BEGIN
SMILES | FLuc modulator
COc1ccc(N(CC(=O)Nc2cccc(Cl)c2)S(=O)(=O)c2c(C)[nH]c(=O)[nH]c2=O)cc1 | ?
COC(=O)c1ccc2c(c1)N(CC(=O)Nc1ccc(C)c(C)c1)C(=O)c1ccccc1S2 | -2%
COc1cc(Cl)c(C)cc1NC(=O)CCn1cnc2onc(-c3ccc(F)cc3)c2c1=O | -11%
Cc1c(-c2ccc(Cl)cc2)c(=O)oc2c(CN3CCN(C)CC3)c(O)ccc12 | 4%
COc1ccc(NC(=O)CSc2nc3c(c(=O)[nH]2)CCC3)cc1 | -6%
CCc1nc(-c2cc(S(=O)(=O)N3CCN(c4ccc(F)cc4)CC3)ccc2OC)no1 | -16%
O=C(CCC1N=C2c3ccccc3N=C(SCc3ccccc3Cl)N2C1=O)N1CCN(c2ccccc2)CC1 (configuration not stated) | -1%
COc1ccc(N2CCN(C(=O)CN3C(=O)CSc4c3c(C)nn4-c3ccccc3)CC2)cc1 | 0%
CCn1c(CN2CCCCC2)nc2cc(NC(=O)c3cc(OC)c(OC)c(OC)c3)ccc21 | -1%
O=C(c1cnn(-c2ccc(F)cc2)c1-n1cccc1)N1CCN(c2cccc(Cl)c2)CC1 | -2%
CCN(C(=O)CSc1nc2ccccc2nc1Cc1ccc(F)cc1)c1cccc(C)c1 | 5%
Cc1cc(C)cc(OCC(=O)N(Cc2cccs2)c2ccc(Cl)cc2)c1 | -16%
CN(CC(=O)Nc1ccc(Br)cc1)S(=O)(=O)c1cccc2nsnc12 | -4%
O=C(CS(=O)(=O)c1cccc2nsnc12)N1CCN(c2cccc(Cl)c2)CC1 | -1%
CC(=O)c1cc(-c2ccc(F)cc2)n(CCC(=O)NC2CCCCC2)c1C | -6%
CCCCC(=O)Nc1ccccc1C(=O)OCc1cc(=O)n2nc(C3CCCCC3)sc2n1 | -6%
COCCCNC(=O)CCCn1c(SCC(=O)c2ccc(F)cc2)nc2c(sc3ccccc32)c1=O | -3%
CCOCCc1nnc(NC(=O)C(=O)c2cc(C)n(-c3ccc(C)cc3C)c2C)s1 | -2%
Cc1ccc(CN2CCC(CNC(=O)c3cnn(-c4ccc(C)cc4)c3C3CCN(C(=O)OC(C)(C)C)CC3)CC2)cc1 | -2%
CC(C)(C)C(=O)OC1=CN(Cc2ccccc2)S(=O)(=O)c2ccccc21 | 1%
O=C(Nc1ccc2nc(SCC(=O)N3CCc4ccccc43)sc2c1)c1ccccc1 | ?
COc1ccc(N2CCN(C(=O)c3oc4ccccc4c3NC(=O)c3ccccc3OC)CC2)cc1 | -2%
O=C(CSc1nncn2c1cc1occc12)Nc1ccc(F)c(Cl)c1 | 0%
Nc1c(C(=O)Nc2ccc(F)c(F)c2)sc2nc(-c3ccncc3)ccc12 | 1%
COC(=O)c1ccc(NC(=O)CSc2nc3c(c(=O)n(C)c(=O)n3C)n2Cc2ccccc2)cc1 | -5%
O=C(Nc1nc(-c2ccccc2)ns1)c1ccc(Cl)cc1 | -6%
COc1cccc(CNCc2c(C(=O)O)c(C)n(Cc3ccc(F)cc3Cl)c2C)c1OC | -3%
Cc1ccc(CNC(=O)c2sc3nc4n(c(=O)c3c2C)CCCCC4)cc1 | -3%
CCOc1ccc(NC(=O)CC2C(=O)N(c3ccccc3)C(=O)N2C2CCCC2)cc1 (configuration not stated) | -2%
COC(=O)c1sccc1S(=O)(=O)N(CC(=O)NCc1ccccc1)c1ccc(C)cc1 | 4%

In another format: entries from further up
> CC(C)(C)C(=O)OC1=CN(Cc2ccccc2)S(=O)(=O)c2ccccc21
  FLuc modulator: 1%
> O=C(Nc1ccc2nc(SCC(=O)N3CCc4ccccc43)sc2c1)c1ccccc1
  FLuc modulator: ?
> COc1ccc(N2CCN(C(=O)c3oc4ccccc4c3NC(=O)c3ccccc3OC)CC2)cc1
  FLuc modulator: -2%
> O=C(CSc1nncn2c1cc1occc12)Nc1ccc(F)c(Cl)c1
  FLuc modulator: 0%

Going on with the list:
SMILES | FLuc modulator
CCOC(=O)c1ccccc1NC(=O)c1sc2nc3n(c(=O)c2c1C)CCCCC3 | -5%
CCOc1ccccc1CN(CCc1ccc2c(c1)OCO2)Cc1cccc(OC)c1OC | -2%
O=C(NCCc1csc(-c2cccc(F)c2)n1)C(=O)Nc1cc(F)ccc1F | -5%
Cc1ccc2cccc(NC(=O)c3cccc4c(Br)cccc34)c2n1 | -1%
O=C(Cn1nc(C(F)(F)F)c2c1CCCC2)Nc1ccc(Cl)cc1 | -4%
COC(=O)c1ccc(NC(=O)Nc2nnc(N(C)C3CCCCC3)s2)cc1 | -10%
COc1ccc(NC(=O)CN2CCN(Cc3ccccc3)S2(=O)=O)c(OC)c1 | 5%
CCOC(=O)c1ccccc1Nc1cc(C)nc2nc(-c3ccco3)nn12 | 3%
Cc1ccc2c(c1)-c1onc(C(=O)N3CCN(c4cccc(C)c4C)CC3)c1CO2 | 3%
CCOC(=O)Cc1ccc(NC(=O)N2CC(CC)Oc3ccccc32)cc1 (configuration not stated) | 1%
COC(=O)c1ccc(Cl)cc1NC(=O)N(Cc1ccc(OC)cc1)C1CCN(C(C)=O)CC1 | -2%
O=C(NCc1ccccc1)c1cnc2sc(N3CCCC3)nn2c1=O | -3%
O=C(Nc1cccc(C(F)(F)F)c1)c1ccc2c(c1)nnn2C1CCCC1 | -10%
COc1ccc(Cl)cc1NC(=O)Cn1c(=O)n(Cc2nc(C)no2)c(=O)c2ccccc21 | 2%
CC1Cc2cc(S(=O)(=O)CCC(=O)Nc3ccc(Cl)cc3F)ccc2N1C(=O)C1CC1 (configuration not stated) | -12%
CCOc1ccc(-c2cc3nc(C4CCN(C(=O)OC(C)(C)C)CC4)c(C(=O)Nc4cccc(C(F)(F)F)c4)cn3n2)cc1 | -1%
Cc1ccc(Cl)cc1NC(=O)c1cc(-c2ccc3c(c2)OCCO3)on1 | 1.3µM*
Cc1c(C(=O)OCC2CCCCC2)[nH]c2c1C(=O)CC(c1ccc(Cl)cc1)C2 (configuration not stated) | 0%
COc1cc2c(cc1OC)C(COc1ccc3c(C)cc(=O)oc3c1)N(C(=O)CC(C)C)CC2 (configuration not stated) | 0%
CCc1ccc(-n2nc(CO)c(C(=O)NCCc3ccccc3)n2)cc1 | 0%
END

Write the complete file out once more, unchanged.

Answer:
SMILES | FLuc modulator
COc1ccc(N(CC(=O)Nc2cccc(Cl)c2)S(=O)(=O)c2c(C)[nH]c(=O)[nH]c2=O)cc1 | ?
COC(=O)c1ccc2c(c1)N(CC(=O)Nc1ccc(C)c(C)c1)C(=O)c1ccccc1S2 | -2%
COc1cc(Cl)c(C)cc1NC(=O)CCn1cnc2onc(-c3ccc(F)cc3)c2c1=O | -11%
Cc1c(-c2ccc(Cl)cc2)c(=O)oc2c(CN3CCN(C)CC3)c(O)ccc12 | 4%
COc1ccc(NC(=O)CSc2nc3c(c(=O)[nH]2)CCC3)cc1 | -6%
CCc1nc(-c2cc(S(=O)(=O)N3CCN(c4ccc(F)cc4)CC3)ccc2OC)no1 | -16%
O=C(CCC1N=C2c3ccccc3N=C(SCc3ccccc3Cl)N2C1=O)N1CCN(c2ccccc2)CC1 (configuration not stated) | -1%
COc1ccc(N2CCN(C(=O)CN3C(=O)CSc4c3c(C)nn4-c3ccccc3)CC2)cc1 | 0%
CCn1c(CN2CCCCC2)nc2cc(NC(=O)c3cc(OC)c(OC)c(OC)c3)ccc21 | -1%
O=C(c1cnn(-c2ccc(F)cc2)c1-n1cccc1)N1CCN(c2cccc(Cl)c2)CC1 | -2%
CCN(C(=O)CSc1nc2ccccc2nc1Cc1ccc(F)cc1)c1cccc(C)c1 | 5%
Cc1cc(C)cc(OCC(=O)N(Cc2cccs2)c2ccc(Cl)cc2)c1 | -16%
CN(CC(=O)Nc1ccc(Br)cc1)S(=O)(=O)c1cccc2nsnc12 | -4%
O=C(CS(=O)(=O)c1cccc2nsnc12)N1CCN(c2cccc(Cl)c2)CC1 | -1%
CC(=O)c1cc(-c2ccc(F)cc2)n(CCC(=O)NC2CCCCC2)c1C | -6%
CCCCC(=O)Nc1ccccc1C(=O)OCc1cc(=O)n2nc(C3CCCCC3)sc2n1 | -6%
COCCCNC(=O)CCCn1c(SCC(=O)c2ccc(F)cc2)nc2c(sc3ccccc32)c1=O | -3%
CCOCCc1nnc(NC(=O)C(=O)c2cc(C)n(-c3ccc(C)cc3C)c2C)s1 | -2%
Cc1ccc(CN2CCC(CNC(=O)c3cnn(-c4ccc(C)cc4)c3C3CCN(C(=O)OC(C)(C)C)CC3)CC2)cc1 | -2%
CC(C)(C)C(=O)OC1=CN(Cc2ccccc2)S(=O)(=O)c2ccccc21 | 1%
O=C(Nc1ccc2nc(SCC(=O)N3CCc4ccccc43)sc2c1)c1ccccc1 | ?
COc1ccc(N2CCN(C(=O)c3oc4ccccc4c3NC(=O)c3ccccc3OC)CC2)cc1 | -2%
O=C(CSc1nncn2c1cc1occc12)Nc1ccc(F)c(Cl)c1 | 0%
Nc1c(C(=O)Nc2ccc(F)c(F)c2)sc2nc(-c3ccncc3)ccc12 | 1%
COC(=O)c1ccc(NC(=O)CSc2nc3c(c(=O)n(C)c(=O)n3C)n2Cc2ccccc2)cc1 | -5%
O=C(Nc1nc(-c2ccccc2)ns1)c1ccc(Cl)cc1 | -6%
COc1cccc(CNCc2c(C(=O)O)c(C)n(Cc3ccc(F)cc3Cl)c2C)c1OC | -3%
Cc1ccc(CNC(=O)c2sc3nc4n(c(=O)c3c2C)CCCCC4)cc1 | -3%
CCOc1ccc(NC(=O)CC2C(=O)N(c3ccccc3)C(=O)N2C2CCCC2)cc1 (configuration not stated) | -2%
COC(=O)c1sccc1S(=O)(=O)N(CC(=O)NCc1ccccc1)c1ccc(C)cc1 | 4%

In another format: entries from further up
> CC(C)(C)C(=O)OC1=CN(Cc2ccccc2)S(=O)(=O)c2ccccc21
  FLuc modulator: 1%
> O=C(Nc1ccc2nc(SCC(=O)N3CCc4ccccc43)sc2c1)c1ccccc1
  FLuc modulator: ?
> COc1ccc(N2CCN(C(=O)c3oc4ccccc4c3NC(=O)c3ccccc3OC)CC2)cc1
  FLuc modulator: -2%
> O=C(CSc1nncn2c1cc1occc12)Nc1ccc(F)c(Cl)c1
  FLuc modulator: 0%

Going on with the list:
SMILES | FLuc modulator
CCOC(=O)c1ccccc1NC(=O)c1sc2nc3n(c(=O)c2c1C)CCCCC3 | -5%
CCOc1ccccc1CN(CCc1ccc2c(c1)OCO2)Cc1cccc(OC)c1OC | -2%
O=C(NCCc1csc(-c2cccc(F)c2)n1)C(=O)Nc1cc(F)ccc1F | -5%
Cc1ccc2cccc(NC(=O)c3cccc4c(Br)cccc34)c2n1 | -1%
O=C(Cn1nc(C(F)(F)F)c2c1CCCC2)Nc1ccc(Cl)cc1 | -4%
COC(=O)c1ccc(NC(=O)Nc2nnc(N(C)C3CCCCC3)s2)cc1 | -10%
COc1ccc(NC(=O)CN2CCN(Cc3ccccc3)S2(=O)=O)c(OC)c1 | 5%
CCOC(=O)c1ccccc1Nc1cc(C)nc2nc(-c3ccco3)nn12 | 3%
Cc1ccc2c(c1)-c1onc(C(=O)N3CCN(c4cccc(C)c4C)CC3)c1CO2 | 3%
CCOC(=O)Cc1ccc(NC(=O)N2CC(CC)Oc3ccccc32)cc1 (configuration not stated) | 1%
COC(=O)c1ccc(Cl)cc1NC(=O)N(Cc1ccc(OC)cc1)C1CCN(C(C)=O)CC1 | -2%
O=C(NCc1ccccc1)c1cnc2sc(N3CCCC3)nn2c1=O | -3%
O=C(Nc1cccc(C(F)(F)F)c1)c1ccc2c(c1)nnn2C1CCCC1 | -10%
COc1ccc(Cl)cc1NC(=O)Cn1c(=O)n(Cc2nc(C)no2)c(=O)c2ccccc21 | 2%
CC1Cc2cc(S(=O)(=O)CCC(=O)Nc3ccc(Cl)cc3F)ccc2N1C(=O)C1CC1 (configuration not stated) | -12%
CCOc1ccc(-c2cc3nc(C4CCN(C(=O)OC(C)(C)C)CC4)c(C(=O)Nc4cccc(C(F)(F)F)c4)cn3n2)cc1 | -1%
Cc1ccc(Cl)cc1NC(=O)c1cc(-c2ccc3c(c2)OCCO3)on1 | 1.3µM*
Cc1c(C(=O)OCC2CCCCC2)[nH]c2c1C(=O)CC(c1ccc(Cl)cc1)C2 (configuration not stated) | 0%
COc1cc2c(cc1OC)C(COc1ccc3c(C)cc(=O)oc3c1)N(C(=O)CC(C)C)CC2 (configuration not stated) | 0%
CCc1ccc(-n2nc(CO)c(C(=O)NCCc3ccccc3)n2)cc1 | 0%